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Lewis : odium

odium, ŏdĭum, ii, n. odi (syn.: simultas, inimicitia) Lit., hatred, grudge, illwill, animosity, enmity, aversion: odium (est) ira inveterata, Cic. Tusc. 4, 9, 21: in odium alicujus irruere, to become hated by him, to incur his hatred, Cic. Verr. 1, 12, 35: non publico modo sed privato etiam odio invisus atque infestus Romanis, Liv. 36, 39, 15.—Odio alicui esse, as pass. of odi (cf. odi fin.): quod viro esse odio videas, tute tibiodio habeas, to be hateful, displeasing to, Plaut. Men. 1, 2, 2: odi odioque sum Romanis, Liv. 35, 19, 5: quid faceres, si quis docuisset te ut sic odio esses mihi? Plaut. Trin. 2, 1, 6: pervenire in odium Graeciae, to incur, Nep. Lys. 1, 3: omnibus odio venire, to become hated, Plin. 28, 8, 27, § 106: odium est mihi cum aliquo, I am at enmity with him, Cic. Prov. Cons. 10, 24: esse odio civitati, to be hateful to, id. Fam. 12, 10, 3: huic odio nemus est, Ov. M. 2, 438: tibi est odio mea fistula, Verg. E. 8, 33: quo sit in odio status rerum, Cic. Att. 2, 22, 1: esse alicui in odio, to be hated by, id. ib. 2, 21, 1: magno odio in aliquem ferri, to be greatly imbittered against, Nep. Att. 10, 4; Liv. 41, 23, 11: alicujus subire, to incur one's hatred, Cic. Att. 11, 17, 2: gerere adversus aliquem, to bear, Plin. 8, 18, 26, § 68: quaerere, Ov. M. 13, 756; Sall. J. 3, 3: movere, to excite, Ov. Am. 3, 11, 43: saturare, to sate, satisfy, Cic. Vatin. 3, 6: magnum odium Pompeii suscepistis, have brought upon yourselves, have incurred, id. Att. 6, 1, 25: struere, to cause, raise, excite, id. de Or. 2, 51, 208: concitare, id. Inv. 1, 53, 100: exercere, Ov. M. 9, 275; 5, 245: placare, to appease, Cic. Dom. 17, 44: restinguere, id. Rab. Post. 6, 13.—With obj. gen.: magnum me cujuspiam rei odium cepit, I have conceived a great aversion for, Cic. Phil. 2, 36, 91: suscipere odium erga aliquem, Nep. Dat. 10, 3: odio habere (postclass.), to hate, Vulg. Johan. 15, 25 et saep.: odium jejunum, on an empty stomach, Juv. 15, 51.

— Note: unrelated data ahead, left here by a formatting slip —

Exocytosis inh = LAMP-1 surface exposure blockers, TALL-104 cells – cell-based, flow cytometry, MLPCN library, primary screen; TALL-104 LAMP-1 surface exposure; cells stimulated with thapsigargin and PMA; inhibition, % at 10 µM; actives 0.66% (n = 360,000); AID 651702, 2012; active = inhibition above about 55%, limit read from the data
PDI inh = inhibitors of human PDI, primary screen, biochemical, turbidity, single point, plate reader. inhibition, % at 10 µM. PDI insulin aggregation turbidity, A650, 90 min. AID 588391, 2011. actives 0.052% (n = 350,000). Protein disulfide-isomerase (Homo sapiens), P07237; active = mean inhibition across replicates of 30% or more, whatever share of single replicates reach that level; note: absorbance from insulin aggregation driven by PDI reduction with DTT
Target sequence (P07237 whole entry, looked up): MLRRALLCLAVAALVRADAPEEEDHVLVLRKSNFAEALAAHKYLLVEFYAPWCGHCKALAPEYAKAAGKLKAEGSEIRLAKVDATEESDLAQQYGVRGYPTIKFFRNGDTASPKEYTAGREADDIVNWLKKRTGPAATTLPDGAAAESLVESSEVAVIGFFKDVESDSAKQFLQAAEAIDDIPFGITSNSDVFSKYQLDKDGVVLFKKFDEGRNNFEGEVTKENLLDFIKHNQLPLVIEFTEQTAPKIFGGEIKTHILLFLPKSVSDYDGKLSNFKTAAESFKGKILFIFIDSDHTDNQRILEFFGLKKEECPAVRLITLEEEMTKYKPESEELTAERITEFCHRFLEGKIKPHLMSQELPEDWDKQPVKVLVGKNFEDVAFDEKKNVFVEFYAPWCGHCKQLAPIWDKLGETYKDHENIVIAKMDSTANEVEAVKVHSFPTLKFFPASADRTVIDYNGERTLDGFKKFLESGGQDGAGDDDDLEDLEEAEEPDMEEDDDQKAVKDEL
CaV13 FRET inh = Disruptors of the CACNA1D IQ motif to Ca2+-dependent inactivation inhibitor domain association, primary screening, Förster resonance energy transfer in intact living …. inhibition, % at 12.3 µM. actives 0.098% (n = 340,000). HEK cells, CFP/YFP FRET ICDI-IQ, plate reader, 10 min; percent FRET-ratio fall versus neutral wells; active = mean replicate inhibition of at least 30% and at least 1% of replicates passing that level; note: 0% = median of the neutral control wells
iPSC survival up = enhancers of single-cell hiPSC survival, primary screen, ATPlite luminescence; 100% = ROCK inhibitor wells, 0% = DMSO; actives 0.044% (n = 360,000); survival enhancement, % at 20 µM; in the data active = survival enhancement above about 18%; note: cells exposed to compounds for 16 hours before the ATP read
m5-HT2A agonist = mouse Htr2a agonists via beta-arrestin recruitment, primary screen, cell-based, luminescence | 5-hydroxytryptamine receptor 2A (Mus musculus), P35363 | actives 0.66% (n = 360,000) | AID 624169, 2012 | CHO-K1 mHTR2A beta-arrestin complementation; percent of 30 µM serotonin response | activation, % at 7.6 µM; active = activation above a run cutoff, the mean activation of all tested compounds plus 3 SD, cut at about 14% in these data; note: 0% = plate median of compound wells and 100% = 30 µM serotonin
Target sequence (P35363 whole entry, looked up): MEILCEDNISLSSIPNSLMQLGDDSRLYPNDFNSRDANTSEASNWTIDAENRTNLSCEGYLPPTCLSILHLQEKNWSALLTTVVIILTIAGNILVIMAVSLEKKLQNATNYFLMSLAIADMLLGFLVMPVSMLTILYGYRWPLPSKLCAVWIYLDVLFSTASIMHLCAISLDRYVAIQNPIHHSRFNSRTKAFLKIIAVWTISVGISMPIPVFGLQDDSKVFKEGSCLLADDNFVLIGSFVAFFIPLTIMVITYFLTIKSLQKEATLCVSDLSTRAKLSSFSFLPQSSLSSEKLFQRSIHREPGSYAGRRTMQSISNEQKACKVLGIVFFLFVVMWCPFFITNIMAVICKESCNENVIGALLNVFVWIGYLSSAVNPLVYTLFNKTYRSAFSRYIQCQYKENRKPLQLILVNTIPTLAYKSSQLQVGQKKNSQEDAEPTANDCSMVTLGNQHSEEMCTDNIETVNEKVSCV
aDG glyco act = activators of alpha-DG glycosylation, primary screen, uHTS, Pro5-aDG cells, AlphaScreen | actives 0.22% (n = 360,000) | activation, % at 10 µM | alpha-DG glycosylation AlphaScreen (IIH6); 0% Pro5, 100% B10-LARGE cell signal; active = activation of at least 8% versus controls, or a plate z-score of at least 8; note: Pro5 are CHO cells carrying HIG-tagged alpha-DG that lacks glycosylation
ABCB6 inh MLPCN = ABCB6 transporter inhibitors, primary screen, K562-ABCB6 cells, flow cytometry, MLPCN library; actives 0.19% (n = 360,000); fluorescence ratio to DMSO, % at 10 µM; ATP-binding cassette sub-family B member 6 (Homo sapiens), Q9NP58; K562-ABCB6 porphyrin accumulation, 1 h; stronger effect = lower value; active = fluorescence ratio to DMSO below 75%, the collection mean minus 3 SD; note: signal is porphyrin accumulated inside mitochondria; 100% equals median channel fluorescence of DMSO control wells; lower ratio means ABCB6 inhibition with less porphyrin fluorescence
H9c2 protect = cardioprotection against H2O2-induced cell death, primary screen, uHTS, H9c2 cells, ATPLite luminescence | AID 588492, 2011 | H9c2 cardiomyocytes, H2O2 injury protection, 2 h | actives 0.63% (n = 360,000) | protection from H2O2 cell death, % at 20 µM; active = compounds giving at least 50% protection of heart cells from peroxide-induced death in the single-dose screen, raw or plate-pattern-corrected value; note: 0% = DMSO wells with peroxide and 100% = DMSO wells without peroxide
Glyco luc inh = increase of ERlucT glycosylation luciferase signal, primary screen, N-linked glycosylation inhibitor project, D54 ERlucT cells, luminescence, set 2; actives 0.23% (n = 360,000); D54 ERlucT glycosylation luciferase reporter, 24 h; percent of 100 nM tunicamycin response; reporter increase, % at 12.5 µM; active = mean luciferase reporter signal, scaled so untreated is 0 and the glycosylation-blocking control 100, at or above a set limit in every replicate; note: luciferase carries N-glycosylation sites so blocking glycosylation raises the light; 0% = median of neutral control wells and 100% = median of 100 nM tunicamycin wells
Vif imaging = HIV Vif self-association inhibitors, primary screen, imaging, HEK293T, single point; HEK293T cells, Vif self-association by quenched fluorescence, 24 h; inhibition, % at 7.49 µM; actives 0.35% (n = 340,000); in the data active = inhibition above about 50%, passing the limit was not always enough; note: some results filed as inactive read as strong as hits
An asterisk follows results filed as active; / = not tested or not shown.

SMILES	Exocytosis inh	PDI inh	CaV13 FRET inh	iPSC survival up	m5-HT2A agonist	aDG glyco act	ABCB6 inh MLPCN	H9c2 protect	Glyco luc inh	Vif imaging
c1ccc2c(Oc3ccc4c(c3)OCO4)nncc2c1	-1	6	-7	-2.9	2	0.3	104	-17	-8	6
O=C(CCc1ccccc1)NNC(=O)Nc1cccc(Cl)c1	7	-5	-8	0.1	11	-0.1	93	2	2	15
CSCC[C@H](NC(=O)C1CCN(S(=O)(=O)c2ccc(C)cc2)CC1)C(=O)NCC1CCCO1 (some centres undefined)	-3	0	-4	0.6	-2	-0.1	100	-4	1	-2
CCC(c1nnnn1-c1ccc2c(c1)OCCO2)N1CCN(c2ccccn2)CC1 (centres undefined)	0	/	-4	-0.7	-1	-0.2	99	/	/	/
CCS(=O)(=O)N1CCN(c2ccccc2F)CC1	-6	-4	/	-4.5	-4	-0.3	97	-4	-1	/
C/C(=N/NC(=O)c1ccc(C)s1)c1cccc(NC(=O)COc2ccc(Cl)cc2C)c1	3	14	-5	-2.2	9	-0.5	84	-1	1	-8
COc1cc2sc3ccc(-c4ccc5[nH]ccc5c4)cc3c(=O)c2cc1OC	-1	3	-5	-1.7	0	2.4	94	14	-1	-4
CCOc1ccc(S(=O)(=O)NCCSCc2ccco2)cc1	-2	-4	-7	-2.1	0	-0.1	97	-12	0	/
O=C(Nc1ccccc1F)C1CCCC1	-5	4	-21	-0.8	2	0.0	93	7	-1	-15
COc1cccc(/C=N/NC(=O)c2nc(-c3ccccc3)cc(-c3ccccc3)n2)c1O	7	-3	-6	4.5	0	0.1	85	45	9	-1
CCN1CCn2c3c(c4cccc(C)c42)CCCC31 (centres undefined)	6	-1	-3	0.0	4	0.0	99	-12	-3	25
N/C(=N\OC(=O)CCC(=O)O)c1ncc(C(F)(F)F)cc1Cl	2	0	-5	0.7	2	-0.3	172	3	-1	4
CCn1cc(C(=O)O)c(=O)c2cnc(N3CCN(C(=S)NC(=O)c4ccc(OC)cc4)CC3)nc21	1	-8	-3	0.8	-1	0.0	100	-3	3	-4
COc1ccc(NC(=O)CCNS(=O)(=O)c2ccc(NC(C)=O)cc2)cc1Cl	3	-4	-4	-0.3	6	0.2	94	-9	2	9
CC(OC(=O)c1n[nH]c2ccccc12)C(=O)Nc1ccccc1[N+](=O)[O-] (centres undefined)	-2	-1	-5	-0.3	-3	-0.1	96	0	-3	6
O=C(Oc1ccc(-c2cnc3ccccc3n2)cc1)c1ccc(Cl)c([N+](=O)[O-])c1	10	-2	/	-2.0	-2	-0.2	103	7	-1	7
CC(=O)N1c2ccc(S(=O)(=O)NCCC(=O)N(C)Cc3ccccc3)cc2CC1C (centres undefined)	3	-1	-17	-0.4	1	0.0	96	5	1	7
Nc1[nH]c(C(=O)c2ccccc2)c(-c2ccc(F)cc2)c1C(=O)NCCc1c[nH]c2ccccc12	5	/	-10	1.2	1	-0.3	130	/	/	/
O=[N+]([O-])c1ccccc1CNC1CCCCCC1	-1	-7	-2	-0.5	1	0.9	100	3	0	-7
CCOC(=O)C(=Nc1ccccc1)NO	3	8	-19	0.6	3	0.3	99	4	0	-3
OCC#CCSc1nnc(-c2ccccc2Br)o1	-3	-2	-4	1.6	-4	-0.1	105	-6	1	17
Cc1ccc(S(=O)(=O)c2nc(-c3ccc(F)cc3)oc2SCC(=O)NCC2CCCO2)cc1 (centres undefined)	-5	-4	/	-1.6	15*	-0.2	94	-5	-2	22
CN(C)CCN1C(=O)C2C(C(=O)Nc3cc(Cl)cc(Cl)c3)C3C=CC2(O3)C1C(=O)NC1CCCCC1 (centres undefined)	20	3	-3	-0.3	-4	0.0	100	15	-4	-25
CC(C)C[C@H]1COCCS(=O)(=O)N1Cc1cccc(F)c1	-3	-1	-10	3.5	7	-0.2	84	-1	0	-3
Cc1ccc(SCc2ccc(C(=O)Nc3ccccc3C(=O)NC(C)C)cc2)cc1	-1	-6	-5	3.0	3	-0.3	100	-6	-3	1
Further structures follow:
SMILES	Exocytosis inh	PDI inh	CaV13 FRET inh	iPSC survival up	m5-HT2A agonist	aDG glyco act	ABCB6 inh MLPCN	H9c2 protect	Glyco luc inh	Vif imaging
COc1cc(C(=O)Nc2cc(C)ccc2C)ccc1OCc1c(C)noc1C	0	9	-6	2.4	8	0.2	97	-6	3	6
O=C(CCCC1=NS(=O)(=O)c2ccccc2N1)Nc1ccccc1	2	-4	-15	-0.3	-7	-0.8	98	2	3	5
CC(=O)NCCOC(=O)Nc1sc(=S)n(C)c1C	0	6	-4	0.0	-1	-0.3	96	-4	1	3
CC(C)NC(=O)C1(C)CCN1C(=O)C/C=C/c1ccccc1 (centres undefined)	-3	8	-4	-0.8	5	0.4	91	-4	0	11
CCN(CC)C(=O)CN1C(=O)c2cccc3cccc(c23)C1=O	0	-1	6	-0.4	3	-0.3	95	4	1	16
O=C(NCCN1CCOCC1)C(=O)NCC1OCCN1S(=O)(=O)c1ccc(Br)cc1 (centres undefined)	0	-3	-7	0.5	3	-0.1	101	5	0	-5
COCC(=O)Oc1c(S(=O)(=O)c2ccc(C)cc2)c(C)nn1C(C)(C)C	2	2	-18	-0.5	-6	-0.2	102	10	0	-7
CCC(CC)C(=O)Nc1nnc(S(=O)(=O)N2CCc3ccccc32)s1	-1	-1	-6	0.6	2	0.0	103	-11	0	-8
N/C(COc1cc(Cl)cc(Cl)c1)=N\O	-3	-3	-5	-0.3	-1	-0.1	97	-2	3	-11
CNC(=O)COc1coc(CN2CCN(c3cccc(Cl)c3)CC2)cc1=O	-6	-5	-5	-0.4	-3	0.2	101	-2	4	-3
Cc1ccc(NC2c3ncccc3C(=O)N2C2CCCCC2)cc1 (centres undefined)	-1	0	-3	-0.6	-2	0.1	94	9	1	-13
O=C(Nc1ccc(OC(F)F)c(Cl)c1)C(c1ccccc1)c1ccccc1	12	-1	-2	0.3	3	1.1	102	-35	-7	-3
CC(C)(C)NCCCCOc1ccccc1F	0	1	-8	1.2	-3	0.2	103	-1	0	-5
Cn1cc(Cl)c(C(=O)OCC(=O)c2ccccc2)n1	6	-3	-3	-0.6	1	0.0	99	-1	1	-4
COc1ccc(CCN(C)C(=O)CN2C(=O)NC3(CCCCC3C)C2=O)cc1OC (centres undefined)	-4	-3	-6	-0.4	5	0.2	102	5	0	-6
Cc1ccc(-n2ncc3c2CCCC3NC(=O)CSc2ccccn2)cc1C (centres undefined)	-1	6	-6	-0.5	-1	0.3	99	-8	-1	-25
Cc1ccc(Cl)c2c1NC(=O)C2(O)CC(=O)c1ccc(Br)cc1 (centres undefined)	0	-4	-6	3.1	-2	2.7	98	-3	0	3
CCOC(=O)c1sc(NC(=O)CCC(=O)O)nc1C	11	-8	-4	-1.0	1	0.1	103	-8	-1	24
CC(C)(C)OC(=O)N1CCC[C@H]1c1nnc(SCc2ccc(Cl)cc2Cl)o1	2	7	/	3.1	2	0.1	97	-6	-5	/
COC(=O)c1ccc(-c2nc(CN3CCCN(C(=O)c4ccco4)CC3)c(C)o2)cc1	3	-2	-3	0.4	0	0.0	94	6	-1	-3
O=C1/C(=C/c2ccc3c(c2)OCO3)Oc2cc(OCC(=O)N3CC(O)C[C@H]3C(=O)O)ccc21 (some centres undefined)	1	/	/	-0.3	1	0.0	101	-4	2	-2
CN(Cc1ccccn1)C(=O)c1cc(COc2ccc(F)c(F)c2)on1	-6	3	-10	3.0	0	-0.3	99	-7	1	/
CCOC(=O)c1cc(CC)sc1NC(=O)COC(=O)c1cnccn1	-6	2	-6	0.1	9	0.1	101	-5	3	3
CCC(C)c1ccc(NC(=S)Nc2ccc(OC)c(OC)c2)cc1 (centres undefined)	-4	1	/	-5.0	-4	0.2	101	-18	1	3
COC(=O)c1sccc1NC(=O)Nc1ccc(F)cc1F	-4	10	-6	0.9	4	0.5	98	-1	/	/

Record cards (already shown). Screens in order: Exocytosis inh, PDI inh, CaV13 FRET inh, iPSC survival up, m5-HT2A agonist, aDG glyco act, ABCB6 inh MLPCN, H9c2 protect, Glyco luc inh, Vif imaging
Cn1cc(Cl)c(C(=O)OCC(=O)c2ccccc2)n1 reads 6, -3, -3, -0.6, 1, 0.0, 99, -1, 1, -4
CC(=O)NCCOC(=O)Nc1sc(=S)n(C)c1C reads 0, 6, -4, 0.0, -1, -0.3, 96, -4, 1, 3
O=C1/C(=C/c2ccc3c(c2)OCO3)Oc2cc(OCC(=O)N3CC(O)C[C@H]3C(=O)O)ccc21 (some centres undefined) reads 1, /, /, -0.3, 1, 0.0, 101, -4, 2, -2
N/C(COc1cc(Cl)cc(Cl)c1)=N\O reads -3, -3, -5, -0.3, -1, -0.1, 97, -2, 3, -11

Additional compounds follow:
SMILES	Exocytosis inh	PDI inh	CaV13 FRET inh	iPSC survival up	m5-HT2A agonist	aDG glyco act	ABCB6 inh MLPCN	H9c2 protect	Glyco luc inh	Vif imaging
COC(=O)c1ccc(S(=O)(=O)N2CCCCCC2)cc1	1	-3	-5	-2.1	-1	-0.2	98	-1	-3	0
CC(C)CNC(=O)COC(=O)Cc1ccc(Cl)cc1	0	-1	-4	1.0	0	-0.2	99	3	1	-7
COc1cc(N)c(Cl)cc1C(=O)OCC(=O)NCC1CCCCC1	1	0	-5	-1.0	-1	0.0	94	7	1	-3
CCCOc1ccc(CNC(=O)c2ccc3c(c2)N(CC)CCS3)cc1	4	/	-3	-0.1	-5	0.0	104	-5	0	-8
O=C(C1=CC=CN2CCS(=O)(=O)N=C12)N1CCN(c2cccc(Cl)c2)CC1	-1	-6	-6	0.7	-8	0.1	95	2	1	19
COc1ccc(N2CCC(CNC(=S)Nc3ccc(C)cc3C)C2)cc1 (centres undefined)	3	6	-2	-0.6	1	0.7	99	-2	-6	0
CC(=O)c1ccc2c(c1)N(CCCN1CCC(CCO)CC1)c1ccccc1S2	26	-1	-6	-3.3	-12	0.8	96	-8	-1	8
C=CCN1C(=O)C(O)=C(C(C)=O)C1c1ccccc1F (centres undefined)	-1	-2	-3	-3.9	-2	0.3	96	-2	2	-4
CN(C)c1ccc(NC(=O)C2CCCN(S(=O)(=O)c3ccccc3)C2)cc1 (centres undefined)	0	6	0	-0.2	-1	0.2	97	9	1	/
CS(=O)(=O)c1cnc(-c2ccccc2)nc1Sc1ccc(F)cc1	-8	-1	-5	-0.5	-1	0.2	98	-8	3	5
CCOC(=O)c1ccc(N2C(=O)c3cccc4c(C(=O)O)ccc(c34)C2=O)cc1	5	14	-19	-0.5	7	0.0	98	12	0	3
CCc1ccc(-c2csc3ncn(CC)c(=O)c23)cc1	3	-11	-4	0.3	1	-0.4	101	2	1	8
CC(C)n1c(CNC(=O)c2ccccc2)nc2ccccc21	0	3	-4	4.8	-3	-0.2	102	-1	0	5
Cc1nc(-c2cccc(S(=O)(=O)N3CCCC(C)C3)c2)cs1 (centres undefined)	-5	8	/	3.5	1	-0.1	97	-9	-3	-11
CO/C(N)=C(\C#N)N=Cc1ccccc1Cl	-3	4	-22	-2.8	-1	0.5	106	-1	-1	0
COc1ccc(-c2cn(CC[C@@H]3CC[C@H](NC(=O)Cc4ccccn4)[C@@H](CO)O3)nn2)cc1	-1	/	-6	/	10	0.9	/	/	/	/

Ofinanim. things: odium raphanis cum vite maximum refugitque juxta satos, aversion, antipathy, Plin. 19, 5, 26, § 187; 2, 103, 106, § 225: quercus et olea tam pertinaci odio dissident, id. 24, 1, 1, § 1.

Transf. In gen., the object of hatred; hence, an offence, annoyance, disgust, said of persons or things: optume odio's, you are an offence to me, I cannot bear you, Plaut. Truc. 1, 2, 23: deorum odium atque hominum, id. Rud. 2, 2, 13: populi odium, id. Mil. 3, 3, 48: Antonius, insigne odium omnium hominum vel deorum, Cic. Phil. 14, 3, 8: omnium populorum, Just. 11, 3, 10: neque agri, neque urbis odium me umquam percipit, disgust, Ter. Eun. 5, 5, 2.

As a quality, offensive conduct or language, importunity, insolence, vexatiousness: cum horas tres fere dixisset, odio et strepitu senatus coactus est aliquando perorare, by the disgust they expressed, Cic. Att. 4, 2, 4: tundendo atque odio denique effecit senex, by his tiresome, incessant preaching, Ter. Hec. 1, 2, 48: cum tuo istoc odio, with your hateful, perverse conduct, id. ib. 1, 2, 59; cf. Plaut. As. 2, 4, 40; 5, 2, 71: odio qui posset vincere regem, in insolence, Hor. S. 1, 7, 6.